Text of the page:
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Fears Iceland’s Grimsvoetn volcano eruption may disrupt flights

Grimsvotn volcano ash cloud via @hjortur
Grimsvotn volcano ash cloud via @hjortur
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Just over a year after Iceland’s Eyjafjallajökull volcano grounded thousands of flights across Europe another volcano, Grimsvoetn (gossvæðið), has erupted.

It is not yet know if this new Icelandic eruption is likely to cause similar travel cahos as was seen in 2010 when 10 million passengers were stranded across Europe and the world.

Already Iceland has placed a no-fly-zone for 20km/120 miles surrounding the volcano and the cloud as reached 12km in height since the eruption late yesterday. At the moment winds are carrying the ash cloud north, away from Europe, although experts in London’s Ash Advisory Centre are monitoring the situation.

While signs suggest that there will be little flight disruption EuroControl, the Europe-wide air safety network, and the Icelandic Met Office are striking a cautions tone saying that there is no threat to flights yet but it is too early to tell what the full impact could be.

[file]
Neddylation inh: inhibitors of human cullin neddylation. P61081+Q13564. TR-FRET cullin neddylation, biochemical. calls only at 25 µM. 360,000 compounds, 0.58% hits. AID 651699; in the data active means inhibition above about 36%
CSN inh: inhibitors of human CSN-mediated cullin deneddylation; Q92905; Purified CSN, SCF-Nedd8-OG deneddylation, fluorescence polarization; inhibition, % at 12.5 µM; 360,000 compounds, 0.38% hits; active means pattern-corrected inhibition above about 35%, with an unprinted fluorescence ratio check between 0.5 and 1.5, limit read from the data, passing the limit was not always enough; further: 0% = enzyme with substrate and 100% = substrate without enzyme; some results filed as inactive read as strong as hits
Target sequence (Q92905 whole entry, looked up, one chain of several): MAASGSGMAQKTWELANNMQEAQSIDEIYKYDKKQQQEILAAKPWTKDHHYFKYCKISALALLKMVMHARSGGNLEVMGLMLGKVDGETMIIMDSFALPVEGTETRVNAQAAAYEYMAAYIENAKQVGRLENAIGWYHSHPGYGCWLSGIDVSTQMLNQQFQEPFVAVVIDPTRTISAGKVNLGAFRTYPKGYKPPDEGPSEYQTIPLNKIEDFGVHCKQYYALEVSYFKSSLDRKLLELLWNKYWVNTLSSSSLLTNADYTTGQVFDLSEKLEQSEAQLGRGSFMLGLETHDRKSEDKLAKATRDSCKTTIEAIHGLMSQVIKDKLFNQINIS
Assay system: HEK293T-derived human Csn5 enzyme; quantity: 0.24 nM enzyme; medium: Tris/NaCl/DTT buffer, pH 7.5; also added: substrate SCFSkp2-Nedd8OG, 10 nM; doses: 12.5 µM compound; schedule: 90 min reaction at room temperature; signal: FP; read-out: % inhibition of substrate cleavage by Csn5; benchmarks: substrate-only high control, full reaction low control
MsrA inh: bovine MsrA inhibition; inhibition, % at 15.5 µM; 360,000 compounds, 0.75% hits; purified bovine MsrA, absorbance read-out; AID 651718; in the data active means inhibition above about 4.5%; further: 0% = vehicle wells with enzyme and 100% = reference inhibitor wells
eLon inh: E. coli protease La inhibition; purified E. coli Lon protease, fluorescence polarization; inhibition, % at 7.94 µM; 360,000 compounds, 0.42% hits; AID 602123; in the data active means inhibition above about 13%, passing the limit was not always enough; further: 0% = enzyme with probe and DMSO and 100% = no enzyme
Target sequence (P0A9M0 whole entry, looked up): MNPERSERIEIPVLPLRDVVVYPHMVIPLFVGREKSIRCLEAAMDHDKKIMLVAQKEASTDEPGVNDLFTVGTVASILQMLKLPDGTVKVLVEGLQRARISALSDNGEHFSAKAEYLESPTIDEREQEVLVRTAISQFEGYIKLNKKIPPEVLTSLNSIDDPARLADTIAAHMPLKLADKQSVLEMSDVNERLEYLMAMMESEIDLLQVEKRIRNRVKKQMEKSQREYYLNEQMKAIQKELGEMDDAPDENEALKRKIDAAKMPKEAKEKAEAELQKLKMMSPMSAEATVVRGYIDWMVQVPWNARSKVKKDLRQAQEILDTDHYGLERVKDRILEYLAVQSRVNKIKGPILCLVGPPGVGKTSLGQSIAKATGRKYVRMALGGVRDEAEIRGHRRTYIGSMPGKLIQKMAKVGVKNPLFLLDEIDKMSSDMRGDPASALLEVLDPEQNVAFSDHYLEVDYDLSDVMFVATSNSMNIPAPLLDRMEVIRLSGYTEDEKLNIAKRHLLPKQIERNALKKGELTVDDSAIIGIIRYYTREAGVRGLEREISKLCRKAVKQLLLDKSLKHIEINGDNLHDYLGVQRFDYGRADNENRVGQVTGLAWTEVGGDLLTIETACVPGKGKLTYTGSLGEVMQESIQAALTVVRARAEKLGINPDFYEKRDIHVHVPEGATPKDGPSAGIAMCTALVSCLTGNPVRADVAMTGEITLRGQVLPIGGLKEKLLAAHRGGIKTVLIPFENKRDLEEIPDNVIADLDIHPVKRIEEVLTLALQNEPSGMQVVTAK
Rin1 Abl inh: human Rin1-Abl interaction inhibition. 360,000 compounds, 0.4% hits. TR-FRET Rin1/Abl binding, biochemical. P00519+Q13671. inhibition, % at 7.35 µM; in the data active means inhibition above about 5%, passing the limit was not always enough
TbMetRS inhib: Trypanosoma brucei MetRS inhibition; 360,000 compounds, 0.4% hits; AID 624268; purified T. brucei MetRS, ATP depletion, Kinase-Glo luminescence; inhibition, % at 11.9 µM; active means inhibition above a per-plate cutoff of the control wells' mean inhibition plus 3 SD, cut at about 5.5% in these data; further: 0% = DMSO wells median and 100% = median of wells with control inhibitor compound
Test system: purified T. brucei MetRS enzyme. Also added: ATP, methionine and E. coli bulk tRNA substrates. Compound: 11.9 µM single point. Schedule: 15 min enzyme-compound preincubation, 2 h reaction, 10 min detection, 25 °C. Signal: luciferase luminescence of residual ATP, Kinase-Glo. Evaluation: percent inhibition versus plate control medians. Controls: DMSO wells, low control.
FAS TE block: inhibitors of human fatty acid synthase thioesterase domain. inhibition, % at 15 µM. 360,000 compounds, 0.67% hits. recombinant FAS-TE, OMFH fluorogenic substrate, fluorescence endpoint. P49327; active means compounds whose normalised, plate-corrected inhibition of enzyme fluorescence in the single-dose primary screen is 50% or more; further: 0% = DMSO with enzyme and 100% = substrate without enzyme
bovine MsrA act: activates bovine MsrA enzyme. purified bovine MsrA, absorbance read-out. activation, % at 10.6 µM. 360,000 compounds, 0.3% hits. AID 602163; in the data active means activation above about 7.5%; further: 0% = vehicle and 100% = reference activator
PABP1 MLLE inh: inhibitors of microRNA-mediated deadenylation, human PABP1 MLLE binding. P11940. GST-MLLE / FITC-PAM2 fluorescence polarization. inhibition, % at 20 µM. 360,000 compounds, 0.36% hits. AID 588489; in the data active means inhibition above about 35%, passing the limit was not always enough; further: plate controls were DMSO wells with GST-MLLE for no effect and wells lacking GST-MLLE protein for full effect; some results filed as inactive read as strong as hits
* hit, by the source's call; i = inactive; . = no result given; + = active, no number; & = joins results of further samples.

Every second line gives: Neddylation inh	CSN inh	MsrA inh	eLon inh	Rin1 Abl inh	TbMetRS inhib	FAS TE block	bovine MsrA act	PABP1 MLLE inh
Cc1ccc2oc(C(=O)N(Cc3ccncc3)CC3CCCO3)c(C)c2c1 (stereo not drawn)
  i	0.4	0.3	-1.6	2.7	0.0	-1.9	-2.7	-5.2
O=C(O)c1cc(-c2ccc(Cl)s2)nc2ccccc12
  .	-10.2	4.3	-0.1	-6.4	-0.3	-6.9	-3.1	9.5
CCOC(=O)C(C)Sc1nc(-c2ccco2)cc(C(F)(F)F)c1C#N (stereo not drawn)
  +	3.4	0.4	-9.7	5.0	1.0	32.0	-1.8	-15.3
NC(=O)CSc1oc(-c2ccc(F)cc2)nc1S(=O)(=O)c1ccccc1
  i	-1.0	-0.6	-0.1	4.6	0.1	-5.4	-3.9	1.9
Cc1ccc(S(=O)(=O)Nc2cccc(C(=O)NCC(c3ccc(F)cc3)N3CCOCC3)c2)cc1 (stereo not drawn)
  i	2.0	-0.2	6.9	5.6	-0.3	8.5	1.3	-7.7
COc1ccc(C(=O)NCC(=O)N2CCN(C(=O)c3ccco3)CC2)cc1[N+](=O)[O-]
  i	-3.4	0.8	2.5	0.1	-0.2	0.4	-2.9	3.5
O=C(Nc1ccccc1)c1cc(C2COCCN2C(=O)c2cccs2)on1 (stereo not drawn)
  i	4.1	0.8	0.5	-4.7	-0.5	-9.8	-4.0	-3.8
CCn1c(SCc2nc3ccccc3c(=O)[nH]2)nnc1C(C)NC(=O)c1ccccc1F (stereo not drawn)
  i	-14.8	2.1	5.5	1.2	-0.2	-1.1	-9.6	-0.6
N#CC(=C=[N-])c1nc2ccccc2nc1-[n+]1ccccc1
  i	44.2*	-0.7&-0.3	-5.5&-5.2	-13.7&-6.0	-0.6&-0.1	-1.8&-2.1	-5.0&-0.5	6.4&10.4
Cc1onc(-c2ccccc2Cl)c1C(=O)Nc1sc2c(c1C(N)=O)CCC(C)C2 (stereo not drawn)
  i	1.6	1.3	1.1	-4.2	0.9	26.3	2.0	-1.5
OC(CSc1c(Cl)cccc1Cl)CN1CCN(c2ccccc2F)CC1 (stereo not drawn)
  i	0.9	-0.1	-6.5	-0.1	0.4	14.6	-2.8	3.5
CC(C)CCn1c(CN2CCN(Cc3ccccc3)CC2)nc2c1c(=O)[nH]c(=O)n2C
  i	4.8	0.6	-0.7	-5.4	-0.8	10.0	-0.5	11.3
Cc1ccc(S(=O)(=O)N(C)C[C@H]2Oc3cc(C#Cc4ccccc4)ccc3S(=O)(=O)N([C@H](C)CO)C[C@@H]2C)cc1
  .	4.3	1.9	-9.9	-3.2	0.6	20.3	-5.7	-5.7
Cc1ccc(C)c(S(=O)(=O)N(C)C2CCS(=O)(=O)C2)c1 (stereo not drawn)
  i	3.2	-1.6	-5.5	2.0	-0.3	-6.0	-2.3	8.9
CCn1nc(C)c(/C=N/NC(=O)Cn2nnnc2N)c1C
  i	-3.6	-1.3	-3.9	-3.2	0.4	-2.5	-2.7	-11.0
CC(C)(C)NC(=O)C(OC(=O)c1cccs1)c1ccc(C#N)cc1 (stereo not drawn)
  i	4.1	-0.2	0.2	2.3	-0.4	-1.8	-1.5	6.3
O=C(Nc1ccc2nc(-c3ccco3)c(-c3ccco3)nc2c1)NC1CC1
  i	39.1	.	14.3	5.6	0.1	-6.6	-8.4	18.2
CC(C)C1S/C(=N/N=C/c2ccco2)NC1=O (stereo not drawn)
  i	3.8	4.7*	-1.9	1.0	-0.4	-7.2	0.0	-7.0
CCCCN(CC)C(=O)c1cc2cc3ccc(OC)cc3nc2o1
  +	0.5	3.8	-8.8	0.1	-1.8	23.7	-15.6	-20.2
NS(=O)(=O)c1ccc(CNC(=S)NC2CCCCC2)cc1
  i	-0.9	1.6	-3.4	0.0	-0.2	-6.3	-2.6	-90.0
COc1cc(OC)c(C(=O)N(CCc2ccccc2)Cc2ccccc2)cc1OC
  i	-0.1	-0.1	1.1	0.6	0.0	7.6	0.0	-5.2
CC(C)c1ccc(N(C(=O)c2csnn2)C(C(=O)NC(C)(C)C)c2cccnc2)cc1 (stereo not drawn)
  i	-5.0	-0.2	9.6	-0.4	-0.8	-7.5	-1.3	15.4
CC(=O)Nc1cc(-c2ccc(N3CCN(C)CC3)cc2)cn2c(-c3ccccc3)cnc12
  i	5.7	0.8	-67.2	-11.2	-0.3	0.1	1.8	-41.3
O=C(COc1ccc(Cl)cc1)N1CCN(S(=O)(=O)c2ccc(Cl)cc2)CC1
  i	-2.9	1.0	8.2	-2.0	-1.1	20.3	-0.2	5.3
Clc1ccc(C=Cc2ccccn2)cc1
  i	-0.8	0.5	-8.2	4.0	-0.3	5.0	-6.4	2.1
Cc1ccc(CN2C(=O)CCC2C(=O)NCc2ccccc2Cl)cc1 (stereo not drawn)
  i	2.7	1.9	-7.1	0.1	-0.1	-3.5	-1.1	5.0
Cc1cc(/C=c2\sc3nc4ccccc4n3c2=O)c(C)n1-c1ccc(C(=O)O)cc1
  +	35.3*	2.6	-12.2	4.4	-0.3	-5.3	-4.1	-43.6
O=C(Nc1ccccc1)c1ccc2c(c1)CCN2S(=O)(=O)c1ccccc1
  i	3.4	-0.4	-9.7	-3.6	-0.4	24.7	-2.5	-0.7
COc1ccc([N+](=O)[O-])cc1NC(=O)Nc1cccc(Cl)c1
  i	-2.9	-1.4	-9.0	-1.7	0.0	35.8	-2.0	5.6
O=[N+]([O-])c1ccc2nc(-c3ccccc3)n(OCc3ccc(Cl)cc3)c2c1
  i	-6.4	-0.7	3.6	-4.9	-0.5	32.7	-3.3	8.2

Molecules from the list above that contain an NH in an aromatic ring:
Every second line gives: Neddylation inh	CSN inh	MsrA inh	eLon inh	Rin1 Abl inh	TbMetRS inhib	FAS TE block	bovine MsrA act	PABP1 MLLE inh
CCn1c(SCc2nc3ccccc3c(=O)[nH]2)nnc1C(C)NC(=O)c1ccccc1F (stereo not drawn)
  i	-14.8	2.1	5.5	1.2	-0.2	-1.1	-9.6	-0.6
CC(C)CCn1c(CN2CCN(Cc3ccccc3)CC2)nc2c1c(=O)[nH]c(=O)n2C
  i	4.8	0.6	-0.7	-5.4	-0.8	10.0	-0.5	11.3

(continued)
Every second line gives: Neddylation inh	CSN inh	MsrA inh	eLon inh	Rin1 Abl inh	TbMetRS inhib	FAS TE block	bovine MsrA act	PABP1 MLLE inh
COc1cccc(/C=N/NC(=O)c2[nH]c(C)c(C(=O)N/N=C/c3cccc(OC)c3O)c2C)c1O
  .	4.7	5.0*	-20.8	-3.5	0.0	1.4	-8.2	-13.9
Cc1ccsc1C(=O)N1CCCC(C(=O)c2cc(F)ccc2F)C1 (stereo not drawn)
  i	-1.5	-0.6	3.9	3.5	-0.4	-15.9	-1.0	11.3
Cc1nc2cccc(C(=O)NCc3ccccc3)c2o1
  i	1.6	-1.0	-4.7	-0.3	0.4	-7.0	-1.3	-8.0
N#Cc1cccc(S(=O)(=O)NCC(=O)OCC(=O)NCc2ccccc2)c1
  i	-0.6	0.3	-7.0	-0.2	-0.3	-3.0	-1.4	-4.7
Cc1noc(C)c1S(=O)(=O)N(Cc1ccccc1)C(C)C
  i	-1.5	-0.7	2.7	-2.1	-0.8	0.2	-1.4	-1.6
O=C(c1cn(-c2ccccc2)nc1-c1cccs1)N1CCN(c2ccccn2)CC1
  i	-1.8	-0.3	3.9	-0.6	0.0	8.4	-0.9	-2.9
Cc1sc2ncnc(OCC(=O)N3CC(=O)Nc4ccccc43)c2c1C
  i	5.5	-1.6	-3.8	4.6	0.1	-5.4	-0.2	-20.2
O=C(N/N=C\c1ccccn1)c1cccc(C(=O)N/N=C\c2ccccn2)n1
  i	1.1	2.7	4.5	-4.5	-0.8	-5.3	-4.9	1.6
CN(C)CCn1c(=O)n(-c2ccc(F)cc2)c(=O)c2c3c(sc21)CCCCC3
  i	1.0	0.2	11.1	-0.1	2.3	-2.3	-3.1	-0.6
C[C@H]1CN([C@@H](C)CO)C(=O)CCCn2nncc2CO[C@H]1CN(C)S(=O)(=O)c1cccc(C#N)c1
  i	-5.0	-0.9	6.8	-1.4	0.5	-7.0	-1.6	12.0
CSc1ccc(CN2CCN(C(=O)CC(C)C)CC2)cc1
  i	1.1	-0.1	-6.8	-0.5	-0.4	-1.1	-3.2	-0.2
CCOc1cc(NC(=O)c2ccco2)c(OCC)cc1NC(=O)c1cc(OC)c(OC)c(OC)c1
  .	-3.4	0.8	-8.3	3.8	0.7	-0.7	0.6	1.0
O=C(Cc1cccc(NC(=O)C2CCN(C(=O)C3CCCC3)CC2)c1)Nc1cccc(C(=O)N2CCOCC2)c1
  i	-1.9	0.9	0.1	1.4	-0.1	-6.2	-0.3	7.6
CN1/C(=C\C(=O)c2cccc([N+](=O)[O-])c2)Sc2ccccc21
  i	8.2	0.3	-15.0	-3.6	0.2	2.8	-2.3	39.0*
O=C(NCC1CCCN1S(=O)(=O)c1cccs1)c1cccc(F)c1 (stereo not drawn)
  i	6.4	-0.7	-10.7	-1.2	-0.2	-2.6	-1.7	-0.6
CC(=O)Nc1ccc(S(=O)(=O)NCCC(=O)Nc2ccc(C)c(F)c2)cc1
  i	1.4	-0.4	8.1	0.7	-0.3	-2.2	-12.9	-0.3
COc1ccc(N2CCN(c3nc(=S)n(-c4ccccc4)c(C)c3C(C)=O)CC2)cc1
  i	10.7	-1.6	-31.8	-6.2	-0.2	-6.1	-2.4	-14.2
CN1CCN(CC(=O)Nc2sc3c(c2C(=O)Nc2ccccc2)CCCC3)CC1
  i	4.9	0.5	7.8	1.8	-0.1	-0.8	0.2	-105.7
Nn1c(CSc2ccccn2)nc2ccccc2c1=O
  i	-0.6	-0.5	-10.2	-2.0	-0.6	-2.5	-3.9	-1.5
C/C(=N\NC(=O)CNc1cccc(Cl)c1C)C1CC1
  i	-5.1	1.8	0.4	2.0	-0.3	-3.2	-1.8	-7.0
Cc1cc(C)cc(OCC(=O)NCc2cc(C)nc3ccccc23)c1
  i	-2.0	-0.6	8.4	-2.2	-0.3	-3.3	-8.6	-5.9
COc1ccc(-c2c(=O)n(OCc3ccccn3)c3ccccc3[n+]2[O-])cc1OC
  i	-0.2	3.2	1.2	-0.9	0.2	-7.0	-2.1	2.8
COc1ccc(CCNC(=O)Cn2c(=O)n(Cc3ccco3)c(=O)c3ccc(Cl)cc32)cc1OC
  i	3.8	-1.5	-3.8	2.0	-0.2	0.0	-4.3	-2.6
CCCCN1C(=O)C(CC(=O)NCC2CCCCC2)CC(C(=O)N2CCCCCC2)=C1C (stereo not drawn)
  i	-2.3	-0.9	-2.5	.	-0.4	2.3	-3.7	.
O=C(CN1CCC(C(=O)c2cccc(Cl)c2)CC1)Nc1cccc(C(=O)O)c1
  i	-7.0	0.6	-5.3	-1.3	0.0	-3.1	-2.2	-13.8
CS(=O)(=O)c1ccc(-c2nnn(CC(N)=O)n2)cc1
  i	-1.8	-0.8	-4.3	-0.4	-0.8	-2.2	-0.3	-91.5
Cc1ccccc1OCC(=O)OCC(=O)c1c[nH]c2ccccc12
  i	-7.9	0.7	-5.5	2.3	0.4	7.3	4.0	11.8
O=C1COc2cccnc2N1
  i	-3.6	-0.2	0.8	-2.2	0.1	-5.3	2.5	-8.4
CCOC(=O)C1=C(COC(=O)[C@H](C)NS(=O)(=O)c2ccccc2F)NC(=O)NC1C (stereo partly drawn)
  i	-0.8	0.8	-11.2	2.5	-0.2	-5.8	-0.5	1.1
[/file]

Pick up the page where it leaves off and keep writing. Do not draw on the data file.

Latest image of Grimsvoetn volcano ash cloud
Latest image of Grimsvoetn volcano ash cloud. Credit: UK Metoffice

This image, recorded at 6:46 this morning shows the massive ash cloud moving away from European airspace.


An air passenger posted this video of the rising plume from their plane’s window.

Meanwhile @hjortur posted one of the first images of the eruption on Twitter.


View Grimsvoetn volcano, Iceland in a larger map

The Grimsvoetn volcano (highlighted in red on this map) is located to the North-East of Eyjafjallajökull (highlighted in blue).

The 2010 eruption caused the largest peacetime grounding of flights in world history. A recent report into the 2010 eruption found ash from the Eyjafjallajökull volcano could have caused severe damage to aircraft if air craft had been allowed to fly.

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Piers Dillon Scott
Piers Dillon-Scott is co-editor of The Sociable and writes about stuff he finds. He likes technology, media, and using the Oxford comma (because it just makes sense).